Isaac Marion’s Warm Bodies is a little different that what readers have come to expect from a zombie novel. It’s a story tinged with sympathy and romance, written warmly, and filled with humor. Bringing the Young Adult novel to the big screen would mean cutting some beautiful prose and streamlining numerous events to fit time constraints, but screenplay writer and director Jonathan Levine knows how to get into R’s head without making the process tedious and knows how to tweak the story without missing Marion’s big point.

For the sake of creating a believable relationship between Julie and R, there are some fairly big changes made to the latter half of Warm Bodies’ storyline when bringing it to the big screen. Purists may not appreciate all or any of the changes, but to create a movie told entirely from the perspective of a zombie rich in thought but barely able to communicate in the real world is a huge achievement, and in Warm Bodies' case, an enjoyable one.

Following are the ten biggest changes I noticed in my screening of Warm Bodies. Feel free to remark on any changes you feel may have been more noticeable. There are many spoilers in the Warm Bodies book to movie comparison. Do not delve in if you want the film to be a surprise.



With the help of a hoodie, R goes from a former businessman to a former unemployed schlub. This actually has less of an effect on his character than viewer’s might guess, but it does allow Levine to throw in a couple of extra jokes.


Music stands out in the film, helping to build the romance as well as transition through time. With R’s collecting habits, music proves to be a firm bonding event for Julie and R in the novel and increasing the musical presence during montages in the film is a great way to show passing time, as well as highlight some excellent music.


Warm Bodies’ setting is a little broader and more realistic. I always thought the idea of cramming people into unsafe structures in the sports arena made for a great visual, but was a little nonsensical. Walling off part of a city and broadening the scope allows for humanity to still seem like they have a fighting chance at survival. Plus, it means the sports dome can be used as another sweet setting.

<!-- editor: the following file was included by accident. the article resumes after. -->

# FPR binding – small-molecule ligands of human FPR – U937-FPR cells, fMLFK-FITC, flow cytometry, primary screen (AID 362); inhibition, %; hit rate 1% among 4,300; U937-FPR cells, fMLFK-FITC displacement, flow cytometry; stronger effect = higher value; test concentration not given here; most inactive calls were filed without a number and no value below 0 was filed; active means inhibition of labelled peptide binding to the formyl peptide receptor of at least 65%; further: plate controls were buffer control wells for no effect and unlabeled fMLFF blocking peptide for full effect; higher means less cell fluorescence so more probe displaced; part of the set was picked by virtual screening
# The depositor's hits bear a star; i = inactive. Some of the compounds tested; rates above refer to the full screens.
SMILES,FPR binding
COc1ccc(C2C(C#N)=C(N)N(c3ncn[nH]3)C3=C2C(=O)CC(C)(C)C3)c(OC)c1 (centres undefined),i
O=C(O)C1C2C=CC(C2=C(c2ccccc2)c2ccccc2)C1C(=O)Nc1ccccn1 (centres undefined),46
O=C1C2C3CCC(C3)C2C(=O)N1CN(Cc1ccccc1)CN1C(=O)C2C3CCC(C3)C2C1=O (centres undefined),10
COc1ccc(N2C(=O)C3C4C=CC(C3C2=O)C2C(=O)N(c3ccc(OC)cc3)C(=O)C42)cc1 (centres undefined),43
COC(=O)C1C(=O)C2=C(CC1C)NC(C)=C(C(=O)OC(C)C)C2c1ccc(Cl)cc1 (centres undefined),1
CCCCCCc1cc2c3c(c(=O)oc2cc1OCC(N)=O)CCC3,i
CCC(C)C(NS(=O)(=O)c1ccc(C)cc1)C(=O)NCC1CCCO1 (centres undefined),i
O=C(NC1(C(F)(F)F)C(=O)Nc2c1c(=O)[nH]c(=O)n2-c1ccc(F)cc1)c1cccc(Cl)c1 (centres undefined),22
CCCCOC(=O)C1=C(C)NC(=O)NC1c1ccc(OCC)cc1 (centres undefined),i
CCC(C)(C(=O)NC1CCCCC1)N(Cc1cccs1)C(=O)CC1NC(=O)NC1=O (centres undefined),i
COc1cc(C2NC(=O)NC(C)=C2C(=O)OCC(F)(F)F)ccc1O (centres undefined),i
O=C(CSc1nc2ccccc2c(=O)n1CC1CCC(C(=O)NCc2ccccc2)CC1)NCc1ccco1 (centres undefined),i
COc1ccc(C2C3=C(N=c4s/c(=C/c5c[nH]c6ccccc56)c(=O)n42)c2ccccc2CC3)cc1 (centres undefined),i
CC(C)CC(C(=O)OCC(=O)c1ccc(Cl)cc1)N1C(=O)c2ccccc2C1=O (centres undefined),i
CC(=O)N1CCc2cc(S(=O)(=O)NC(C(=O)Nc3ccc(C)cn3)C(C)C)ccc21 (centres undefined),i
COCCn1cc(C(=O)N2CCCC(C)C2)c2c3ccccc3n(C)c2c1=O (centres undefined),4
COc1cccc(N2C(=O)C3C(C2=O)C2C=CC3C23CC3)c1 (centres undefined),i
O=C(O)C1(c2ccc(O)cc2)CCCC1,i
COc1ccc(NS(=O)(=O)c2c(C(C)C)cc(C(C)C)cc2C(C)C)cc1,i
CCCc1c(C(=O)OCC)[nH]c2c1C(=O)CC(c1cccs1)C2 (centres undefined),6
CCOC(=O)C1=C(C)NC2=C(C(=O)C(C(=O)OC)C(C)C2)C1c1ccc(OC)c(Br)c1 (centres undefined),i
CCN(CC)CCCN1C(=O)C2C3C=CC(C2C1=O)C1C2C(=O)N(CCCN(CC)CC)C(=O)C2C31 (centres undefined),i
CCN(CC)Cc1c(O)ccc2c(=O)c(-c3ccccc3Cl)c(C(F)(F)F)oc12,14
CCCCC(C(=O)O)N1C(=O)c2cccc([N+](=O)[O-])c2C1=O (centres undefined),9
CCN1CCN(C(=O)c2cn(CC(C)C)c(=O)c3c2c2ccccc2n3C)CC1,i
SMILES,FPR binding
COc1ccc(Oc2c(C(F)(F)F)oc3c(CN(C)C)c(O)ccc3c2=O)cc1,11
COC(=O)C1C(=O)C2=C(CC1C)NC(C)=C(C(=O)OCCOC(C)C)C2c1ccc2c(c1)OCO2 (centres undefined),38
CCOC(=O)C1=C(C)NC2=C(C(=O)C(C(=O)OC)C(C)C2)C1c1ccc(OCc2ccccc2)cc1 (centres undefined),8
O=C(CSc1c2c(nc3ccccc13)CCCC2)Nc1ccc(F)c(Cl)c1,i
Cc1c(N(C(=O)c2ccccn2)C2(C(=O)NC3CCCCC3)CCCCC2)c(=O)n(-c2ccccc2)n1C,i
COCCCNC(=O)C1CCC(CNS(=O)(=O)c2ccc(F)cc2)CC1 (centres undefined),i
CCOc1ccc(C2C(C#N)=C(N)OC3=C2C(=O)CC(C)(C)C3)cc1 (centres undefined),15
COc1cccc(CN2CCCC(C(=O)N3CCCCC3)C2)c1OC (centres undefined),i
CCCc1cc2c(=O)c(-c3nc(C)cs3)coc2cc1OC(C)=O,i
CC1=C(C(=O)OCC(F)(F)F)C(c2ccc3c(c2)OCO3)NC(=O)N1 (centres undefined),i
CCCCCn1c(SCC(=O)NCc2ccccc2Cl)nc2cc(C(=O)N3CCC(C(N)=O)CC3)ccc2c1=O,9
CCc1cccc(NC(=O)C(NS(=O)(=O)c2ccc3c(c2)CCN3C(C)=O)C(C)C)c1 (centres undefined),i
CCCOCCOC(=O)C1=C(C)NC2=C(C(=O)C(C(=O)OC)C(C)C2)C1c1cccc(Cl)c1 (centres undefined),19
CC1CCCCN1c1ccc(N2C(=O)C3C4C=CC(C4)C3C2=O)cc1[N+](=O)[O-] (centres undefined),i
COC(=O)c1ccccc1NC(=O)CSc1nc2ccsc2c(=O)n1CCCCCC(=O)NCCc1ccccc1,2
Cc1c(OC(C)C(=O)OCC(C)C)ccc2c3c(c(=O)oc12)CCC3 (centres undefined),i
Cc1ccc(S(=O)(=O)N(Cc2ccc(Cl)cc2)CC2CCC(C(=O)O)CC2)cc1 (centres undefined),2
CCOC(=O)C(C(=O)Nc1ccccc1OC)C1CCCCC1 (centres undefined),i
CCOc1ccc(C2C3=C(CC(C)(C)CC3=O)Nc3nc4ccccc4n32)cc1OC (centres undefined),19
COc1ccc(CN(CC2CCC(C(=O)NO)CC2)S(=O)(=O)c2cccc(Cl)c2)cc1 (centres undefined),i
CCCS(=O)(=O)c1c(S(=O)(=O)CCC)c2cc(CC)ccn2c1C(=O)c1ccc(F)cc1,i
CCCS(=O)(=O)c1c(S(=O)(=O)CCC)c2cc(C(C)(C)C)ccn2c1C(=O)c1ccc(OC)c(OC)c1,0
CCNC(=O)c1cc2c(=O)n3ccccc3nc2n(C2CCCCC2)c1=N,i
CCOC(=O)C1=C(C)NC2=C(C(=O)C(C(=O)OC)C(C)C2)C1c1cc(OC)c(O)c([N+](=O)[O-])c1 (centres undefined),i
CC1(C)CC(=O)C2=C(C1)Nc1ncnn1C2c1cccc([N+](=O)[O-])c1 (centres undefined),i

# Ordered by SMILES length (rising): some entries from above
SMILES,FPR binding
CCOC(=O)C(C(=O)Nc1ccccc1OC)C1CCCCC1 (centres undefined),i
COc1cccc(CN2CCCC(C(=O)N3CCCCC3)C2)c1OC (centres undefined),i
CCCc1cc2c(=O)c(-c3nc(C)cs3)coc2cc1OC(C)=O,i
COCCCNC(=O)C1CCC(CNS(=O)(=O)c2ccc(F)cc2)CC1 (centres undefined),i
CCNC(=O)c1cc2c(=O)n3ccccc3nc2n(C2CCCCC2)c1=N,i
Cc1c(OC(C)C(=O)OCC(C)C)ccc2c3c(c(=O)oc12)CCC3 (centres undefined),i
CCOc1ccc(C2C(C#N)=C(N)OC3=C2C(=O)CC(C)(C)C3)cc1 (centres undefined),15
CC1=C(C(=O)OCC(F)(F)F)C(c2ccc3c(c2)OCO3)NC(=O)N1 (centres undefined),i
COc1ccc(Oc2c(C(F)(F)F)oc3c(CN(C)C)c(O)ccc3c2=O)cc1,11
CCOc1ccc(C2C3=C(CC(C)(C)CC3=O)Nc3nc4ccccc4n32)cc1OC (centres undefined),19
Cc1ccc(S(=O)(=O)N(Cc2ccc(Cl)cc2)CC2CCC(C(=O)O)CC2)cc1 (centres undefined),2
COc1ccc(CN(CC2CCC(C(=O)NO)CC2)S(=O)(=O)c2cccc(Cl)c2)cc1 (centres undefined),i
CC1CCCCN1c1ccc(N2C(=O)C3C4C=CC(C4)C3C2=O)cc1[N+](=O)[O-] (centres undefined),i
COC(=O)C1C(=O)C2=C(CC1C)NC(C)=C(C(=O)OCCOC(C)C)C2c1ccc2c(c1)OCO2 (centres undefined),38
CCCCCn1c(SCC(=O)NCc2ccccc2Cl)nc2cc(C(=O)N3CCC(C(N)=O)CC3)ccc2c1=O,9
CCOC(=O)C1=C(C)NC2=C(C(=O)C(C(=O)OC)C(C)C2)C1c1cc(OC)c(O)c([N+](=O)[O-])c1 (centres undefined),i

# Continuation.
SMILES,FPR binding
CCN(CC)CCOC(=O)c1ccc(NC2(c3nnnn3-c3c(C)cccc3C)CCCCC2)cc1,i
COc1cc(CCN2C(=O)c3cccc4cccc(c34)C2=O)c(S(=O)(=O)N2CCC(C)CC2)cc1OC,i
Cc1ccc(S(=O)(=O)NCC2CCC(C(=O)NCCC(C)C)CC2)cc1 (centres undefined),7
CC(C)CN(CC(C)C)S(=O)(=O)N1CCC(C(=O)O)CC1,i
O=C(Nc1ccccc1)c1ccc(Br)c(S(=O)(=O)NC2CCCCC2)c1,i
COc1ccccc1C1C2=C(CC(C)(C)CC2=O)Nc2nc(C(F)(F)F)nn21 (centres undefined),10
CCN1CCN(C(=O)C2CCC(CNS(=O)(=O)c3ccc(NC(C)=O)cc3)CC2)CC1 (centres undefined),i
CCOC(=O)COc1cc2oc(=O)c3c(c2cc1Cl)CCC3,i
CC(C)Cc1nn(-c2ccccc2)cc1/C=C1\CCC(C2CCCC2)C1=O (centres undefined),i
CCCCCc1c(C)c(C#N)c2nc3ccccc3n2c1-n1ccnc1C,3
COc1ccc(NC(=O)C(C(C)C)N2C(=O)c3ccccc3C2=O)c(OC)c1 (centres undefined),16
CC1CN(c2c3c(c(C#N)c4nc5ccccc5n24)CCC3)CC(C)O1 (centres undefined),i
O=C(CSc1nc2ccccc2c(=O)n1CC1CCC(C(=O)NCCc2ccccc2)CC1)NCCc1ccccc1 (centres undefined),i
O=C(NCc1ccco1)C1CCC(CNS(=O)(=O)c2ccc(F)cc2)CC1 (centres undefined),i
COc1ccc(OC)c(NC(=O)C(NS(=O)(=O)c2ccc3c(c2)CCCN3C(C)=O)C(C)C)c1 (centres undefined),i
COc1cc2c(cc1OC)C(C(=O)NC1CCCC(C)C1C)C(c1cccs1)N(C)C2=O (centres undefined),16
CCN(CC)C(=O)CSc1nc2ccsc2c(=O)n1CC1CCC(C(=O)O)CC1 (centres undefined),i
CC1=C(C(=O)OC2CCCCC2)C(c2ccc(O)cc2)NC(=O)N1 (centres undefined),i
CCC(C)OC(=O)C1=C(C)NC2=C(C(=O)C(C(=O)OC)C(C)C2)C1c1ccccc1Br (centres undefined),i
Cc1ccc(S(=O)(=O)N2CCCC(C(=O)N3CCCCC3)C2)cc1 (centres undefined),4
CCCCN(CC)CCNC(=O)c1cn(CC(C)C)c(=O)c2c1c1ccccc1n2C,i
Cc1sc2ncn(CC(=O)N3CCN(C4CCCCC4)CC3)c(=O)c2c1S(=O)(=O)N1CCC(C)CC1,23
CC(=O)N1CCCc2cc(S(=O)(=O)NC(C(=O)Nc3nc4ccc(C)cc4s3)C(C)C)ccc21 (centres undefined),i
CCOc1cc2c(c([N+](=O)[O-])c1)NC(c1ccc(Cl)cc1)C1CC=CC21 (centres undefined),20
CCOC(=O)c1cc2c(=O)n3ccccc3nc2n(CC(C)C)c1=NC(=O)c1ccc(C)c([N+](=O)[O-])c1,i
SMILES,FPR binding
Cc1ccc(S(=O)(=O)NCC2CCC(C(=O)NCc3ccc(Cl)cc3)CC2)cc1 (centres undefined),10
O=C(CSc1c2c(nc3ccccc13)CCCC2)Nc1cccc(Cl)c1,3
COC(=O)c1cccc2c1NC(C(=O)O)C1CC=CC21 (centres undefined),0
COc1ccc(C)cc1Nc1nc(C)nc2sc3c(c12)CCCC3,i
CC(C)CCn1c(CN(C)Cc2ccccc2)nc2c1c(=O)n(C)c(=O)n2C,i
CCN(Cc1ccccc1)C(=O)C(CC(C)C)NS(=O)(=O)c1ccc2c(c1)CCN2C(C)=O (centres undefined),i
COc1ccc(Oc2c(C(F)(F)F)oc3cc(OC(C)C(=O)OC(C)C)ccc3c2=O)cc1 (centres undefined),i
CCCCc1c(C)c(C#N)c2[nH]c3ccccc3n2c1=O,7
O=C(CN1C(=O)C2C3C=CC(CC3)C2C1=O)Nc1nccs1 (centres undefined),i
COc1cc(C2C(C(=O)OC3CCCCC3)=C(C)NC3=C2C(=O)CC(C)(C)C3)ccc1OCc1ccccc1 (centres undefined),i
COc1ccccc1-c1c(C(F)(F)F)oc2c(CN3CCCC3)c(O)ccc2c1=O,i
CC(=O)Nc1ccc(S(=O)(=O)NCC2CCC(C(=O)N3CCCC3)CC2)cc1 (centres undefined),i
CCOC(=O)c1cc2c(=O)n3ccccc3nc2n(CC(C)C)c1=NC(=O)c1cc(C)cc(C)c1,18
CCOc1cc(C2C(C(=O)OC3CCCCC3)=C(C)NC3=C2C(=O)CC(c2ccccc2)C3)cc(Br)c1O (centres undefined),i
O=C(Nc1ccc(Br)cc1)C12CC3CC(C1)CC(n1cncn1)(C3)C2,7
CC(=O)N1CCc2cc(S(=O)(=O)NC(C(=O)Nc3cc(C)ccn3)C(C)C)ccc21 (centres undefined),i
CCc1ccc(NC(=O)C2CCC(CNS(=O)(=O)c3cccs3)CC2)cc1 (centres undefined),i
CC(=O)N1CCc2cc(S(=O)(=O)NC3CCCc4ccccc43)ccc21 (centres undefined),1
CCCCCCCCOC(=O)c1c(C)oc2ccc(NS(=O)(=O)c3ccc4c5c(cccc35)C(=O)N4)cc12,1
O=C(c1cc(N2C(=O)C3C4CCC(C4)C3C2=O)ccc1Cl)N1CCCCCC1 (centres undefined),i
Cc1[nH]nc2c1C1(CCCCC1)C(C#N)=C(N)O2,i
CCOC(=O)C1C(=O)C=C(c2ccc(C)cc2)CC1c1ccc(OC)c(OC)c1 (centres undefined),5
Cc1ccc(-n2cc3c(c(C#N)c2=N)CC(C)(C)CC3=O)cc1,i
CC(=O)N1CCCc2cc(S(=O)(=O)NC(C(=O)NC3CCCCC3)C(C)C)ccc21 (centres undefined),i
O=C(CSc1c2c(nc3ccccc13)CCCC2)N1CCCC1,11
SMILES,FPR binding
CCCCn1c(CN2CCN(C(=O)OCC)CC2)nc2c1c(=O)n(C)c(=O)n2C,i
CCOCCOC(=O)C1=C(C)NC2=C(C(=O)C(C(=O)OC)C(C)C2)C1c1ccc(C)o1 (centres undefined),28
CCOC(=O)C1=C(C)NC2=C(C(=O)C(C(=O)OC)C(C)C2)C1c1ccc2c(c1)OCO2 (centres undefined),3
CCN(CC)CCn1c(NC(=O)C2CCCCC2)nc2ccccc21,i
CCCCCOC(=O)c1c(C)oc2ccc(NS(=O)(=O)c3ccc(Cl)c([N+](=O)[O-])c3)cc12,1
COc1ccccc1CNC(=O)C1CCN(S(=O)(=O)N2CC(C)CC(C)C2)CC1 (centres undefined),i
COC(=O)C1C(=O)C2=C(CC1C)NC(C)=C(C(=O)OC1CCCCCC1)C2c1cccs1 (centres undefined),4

We see less of the details of the Boney and the Dead's hierarchy. There’s some tough stuff in Warm Bodies and cutting out R’s wife and children and some of the other moments where the Boneys interfere in the airport streamlines the plot and keeps the focus on the moments that matter.
Per’s father becomes a zombie and doesn’t die in a simple construction accident. One might think such a small detail doesn’t matter, but it’s a more significant moment for the character and it helps to flesh out the apathy and deadness his personality becomes as a result of losing his family.


Julie’s backstory changes, too, and the loss of her mom is downplayed somewhat. Her mother’s leaving is mentioned, but her grave is never visited and the gap between Julie and her General father is harder to surmise.


Thanks to Rob Corddry, M provides the film’s big comic relief. In fact, while Marion’s novel has some great one-liners, the movie as a whole offers way more jokes. In a movie where we get a perfect vision of creepy Boneys and what brains look like after being mashed up in someone’s pocket, the added humor is welcome.


After R kills Per, he is done killing as a member of the Dead. This is actually a big change, as he kills a human in a bar fight outside a speakeasy in the book. This change actually makes R more likeable, since he maintains a grip on his changing self and manages not to hurt Julie with his actions for a second time.


General Grigio gets the short stick in the storyline. John Malkovich takes his role as the firm and methodical General pretty seriously, but as the storyline morphs into something else, the character loses the staunch adherence to ideals his book counterpart has. I’m all for not wasting a human life, but it does seem a little too convenient.


In fact, the entire final act of the film is only loosely structured on the novel. From the aforementioned speakeasy and character changes to more of a focus on the battle against the boneys and a near-drowning in a long jump into a pool, the third act of Warm Bodies is fairly different from the book. It all works out, however, and ends on a similar note.

It’s surprising for a movie to follow the book so closely in some ways and to take a different angle in other ways, but somehow Levine pulls it all together with Warm Bodies to create a movie that’s as compelling and enjoyable as the novel it’s based on, without all the extra prose. I’d still probably take Marion’s book and its inspiring vision over the movie, but with the film’s deft humor and interesting romance, the onscreen version has its charms, as well.

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